It is said that nothing in life is guaranteed except death and taxes, and an estate plan is a plan for these eventualities. However, part of every estate plan should be a plan for the possibility of incapacity.
What does incapacity mean?
Incapacity refers to any time you cannot make your own decisions, either temporarily or permanently. For example, if you are in a car accident, which causes you to become unconscious, you cannot make your own decisions.
As you age, dementia and other memory and mental faculty issues arise, which is another scenario where an incapacity plan would be needed. In other words, any time you cannot make decisions or your decisions cannot be made reasonably, your incapacity plan will kick in.
What should the plan address?
Your incapacity plan should address decisions that affect your health, financial well-being and personal decisions. For example, how should your bills be paid when you are incapacitated? How long do you want to be on life support? Should your Facebook page be shut down, or an alert be sent out? These are all examples of what should be included in your incapacity plan.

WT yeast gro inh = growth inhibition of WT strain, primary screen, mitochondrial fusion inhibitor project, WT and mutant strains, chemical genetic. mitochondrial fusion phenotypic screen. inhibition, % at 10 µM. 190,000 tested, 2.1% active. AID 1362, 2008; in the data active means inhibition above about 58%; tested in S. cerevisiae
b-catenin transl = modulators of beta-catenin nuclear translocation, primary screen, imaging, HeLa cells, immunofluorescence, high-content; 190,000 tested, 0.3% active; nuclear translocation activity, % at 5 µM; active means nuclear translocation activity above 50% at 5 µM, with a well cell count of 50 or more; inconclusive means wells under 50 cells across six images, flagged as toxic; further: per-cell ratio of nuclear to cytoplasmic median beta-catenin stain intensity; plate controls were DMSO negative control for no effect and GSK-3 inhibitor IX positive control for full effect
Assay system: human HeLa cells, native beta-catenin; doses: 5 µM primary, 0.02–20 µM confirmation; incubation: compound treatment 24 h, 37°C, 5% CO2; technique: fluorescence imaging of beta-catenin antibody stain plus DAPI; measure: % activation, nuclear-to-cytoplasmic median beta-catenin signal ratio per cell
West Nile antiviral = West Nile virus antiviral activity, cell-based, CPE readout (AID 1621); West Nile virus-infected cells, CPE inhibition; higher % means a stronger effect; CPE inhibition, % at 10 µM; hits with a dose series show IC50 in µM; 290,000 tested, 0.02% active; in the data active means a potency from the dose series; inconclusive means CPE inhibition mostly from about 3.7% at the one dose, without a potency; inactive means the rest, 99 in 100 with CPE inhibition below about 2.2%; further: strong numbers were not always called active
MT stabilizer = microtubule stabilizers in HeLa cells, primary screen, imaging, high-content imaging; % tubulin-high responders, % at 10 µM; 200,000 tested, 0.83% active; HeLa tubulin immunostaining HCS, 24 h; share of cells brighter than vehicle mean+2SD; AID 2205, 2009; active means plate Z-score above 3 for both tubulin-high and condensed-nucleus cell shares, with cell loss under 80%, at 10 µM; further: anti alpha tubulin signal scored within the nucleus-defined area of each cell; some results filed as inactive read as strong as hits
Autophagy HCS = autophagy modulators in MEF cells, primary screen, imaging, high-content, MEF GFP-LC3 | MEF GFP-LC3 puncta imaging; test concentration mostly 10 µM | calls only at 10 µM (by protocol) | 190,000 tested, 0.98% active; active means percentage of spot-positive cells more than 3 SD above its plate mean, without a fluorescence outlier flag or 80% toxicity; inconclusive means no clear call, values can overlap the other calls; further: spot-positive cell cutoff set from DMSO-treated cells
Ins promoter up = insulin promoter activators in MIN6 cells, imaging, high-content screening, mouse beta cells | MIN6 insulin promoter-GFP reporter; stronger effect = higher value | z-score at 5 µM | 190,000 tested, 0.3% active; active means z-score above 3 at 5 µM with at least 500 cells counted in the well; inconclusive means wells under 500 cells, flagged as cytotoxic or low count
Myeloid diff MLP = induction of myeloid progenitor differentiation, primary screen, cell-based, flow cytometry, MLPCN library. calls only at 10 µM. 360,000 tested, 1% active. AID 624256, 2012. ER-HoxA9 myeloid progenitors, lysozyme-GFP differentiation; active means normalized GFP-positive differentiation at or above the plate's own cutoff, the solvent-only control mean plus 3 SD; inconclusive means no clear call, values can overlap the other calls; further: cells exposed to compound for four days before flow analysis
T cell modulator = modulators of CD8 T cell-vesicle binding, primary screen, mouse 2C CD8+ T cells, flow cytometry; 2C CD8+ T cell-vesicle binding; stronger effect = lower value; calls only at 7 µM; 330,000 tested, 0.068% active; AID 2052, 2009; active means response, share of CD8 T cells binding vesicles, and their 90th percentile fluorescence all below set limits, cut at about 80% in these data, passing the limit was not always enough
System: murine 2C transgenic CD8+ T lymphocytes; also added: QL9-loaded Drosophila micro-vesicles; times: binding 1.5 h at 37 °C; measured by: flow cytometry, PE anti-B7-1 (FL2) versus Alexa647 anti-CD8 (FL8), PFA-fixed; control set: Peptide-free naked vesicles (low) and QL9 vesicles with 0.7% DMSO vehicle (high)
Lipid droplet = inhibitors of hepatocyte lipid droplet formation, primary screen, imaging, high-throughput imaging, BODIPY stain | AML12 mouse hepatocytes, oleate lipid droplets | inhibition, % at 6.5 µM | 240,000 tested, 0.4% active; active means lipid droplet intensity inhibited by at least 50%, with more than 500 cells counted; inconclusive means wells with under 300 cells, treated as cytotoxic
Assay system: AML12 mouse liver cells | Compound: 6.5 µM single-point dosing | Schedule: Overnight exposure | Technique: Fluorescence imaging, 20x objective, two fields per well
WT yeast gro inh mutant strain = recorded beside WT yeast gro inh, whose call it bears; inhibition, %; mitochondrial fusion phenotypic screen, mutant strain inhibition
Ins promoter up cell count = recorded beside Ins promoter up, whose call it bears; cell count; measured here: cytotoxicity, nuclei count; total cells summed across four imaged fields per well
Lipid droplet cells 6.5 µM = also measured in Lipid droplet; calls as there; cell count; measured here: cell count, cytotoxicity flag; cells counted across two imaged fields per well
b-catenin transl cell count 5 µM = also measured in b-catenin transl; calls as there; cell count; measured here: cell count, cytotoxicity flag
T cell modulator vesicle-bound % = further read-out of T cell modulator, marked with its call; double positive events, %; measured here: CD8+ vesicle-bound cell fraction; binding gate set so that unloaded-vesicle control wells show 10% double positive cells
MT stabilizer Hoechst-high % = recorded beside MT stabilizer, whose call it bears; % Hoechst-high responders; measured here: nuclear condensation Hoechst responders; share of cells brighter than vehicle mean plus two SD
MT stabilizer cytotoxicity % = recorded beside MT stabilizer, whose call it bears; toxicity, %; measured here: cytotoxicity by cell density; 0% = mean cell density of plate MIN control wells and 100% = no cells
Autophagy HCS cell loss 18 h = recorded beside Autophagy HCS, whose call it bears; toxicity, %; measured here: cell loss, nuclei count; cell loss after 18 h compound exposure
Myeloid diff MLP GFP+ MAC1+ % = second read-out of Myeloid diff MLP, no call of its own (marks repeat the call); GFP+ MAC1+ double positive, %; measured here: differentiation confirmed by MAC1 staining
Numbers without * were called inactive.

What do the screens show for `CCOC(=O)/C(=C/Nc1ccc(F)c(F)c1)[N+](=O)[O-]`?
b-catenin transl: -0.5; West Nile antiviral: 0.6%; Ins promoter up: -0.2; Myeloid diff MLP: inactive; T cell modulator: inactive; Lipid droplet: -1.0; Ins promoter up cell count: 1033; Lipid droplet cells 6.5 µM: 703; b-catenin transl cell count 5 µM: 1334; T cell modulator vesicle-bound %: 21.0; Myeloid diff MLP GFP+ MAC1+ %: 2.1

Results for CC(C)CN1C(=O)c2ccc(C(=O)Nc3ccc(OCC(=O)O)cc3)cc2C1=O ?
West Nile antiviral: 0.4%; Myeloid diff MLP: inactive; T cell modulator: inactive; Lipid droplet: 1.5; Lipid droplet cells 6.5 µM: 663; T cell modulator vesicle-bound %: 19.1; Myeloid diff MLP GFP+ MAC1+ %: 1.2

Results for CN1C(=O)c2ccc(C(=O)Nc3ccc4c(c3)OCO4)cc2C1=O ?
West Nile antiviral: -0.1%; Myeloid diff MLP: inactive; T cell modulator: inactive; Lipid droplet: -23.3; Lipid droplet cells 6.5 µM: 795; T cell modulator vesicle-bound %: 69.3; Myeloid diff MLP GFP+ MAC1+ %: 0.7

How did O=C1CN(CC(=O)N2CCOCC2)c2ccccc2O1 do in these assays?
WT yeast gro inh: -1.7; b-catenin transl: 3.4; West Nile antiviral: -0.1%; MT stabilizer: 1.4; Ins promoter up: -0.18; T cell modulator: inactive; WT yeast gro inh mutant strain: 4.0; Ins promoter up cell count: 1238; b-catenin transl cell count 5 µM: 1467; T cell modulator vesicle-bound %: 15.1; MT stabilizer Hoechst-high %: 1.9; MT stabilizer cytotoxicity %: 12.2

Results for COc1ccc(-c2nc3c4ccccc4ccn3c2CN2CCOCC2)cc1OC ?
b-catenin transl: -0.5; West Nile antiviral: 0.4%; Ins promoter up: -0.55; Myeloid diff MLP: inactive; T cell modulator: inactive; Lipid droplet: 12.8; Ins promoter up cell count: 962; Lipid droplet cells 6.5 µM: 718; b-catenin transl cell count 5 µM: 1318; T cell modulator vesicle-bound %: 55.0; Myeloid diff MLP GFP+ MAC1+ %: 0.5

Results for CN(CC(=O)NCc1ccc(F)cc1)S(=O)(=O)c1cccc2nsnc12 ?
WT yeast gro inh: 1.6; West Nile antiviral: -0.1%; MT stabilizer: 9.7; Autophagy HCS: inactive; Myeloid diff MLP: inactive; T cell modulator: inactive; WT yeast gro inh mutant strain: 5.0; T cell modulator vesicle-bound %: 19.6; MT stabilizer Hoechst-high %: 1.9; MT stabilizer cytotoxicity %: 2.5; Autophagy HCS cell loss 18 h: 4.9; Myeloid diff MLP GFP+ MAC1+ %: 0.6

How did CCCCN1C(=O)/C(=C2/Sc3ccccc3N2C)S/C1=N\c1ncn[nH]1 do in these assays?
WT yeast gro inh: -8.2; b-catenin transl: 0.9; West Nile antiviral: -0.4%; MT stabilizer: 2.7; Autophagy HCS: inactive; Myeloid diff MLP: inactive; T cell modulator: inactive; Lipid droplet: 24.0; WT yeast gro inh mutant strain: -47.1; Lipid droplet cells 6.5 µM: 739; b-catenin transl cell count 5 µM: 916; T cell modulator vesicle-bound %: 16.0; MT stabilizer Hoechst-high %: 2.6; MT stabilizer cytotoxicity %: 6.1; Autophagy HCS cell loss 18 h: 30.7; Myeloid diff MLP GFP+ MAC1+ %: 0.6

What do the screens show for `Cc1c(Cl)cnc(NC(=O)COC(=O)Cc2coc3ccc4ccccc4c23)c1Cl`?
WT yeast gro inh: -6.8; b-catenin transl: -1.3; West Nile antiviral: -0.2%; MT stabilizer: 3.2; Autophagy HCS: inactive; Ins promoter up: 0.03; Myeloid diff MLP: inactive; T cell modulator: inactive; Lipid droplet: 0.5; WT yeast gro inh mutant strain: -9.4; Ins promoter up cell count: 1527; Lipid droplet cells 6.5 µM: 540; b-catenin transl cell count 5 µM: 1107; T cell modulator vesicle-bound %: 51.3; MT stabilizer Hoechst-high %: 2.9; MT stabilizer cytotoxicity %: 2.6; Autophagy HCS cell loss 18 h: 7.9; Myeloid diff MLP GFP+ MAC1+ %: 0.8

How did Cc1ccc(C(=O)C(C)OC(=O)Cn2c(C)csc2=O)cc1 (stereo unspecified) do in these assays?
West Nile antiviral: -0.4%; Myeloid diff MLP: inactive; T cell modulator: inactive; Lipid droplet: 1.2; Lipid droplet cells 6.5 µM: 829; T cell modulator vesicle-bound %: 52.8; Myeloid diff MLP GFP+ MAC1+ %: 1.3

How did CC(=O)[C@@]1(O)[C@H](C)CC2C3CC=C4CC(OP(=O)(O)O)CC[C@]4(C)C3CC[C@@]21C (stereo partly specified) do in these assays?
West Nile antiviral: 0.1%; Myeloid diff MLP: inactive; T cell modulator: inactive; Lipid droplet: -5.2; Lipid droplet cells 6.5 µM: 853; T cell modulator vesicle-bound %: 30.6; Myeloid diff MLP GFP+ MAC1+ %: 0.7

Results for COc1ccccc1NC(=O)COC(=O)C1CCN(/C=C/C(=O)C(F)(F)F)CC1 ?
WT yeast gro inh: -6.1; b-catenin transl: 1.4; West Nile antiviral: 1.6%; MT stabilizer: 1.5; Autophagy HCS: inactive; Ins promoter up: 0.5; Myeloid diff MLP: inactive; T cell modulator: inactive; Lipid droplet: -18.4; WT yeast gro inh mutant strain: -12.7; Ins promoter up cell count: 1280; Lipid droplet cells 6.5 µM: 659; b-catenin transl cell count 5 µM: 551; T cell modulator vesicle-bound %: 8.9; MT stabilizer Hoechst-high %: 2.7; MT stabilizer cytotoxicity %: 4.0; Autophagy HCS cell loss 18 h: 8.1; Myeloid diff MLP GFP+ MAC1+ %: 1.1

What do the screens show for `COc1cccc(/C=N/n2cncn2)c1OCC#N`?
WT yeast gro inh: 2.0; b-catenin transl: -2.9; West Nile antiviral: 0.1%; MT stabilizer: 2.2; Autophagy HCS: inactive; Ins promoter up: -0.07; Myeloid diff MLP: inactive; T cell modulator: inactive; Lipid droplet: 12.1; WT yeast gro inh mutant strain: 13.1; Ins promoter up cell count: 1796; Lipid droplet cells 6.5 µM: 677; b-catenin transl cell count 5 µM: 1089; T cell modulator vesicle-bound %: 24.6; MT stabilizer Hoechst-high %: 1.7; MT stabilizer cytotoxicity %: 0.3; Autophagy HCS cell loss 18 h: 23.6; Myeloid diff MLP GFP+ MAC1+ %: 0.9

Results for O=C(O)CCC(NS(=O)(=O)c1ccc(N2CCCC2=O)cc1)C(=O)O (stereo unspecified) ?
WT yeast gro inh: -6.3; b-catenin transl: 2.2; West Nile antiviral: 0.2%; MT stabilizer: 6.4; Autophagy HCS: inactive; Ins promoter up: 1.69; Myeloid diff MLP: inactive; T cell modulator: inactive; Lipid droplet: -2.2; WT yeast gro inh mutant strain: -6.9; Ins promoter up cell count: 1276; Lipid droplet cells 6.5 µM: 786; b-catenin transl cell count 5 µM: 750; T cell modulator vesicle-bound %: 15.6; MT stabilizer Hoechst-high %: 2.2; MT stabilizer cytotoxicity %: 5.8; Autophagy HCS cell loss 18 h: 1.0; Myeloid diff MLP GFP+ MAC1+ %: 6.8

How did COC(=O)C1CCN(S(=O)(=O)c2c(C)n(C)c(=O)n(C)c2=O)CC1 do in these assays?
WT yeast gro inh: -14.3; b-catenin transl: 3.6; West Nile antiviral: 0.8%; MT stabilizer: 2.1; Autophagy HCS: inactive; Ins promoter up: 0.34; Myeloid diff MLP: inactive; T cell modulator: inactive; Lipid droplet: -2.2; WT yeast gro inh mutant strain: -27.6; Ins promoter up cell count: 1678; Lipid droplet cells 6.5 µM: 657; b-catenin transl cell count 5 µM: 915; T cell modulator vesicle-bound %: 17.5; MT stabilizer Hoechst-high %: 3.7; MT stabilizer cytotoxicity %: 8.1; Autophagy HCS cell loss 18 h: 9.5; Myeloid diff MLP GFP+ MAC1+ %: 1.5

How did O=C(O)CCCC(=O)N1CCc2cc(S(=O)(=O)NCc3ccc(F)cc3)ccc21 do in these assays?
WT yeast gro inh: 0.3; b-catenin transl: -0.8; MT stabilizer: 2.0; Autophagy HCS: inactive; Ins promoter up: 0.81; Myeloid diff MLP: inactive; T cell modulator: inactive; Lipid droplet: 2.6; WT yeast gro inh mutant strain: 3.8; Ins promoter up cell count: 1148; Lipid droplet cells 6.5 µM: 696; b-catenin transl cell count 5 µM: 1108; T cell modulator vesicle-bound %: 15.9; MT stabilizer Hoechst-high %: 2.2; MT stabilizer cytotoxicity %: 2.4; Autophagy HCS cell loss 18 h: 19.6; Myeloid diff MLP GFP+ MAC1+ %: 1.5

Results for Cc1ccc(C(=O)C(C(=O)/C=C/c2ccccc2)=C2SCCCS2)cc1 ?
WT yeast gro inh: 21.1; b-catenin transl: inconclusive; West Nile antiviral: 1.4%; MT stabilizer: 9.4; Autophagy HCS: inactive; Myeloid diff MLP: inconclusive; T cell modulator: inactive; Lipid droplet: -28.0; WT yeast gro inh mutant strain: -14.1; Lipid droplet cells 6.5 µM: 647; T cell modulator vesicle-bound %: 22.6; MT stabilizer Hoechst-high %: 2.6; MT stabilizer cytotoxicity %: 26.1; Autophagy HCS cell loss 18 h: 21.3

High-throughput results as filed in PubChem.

Wishes and people
Your Richmond, Virginia, incapacity plan should include two things. First, it should include your wishes as they relate to your health, financial well-being and personal decisions. It should also include whomever you want to empower to carry out those wishes.
How are they empowered?
Through a power of attorney, your designees can honor your wishes. This legal document gives them the legal authority to step into your shoes to make medical, financial and personal decisions on your behalf.
POAs should not be a secret
Your designees should know that they are your designees well before you are incapacitated. It should not be a surprise. In addition, you should have backups, just in case. Your designee may sound reasonable when you speak with them, but they could change their mind when the time comes. Or, something else could happen. The key is to prepare now.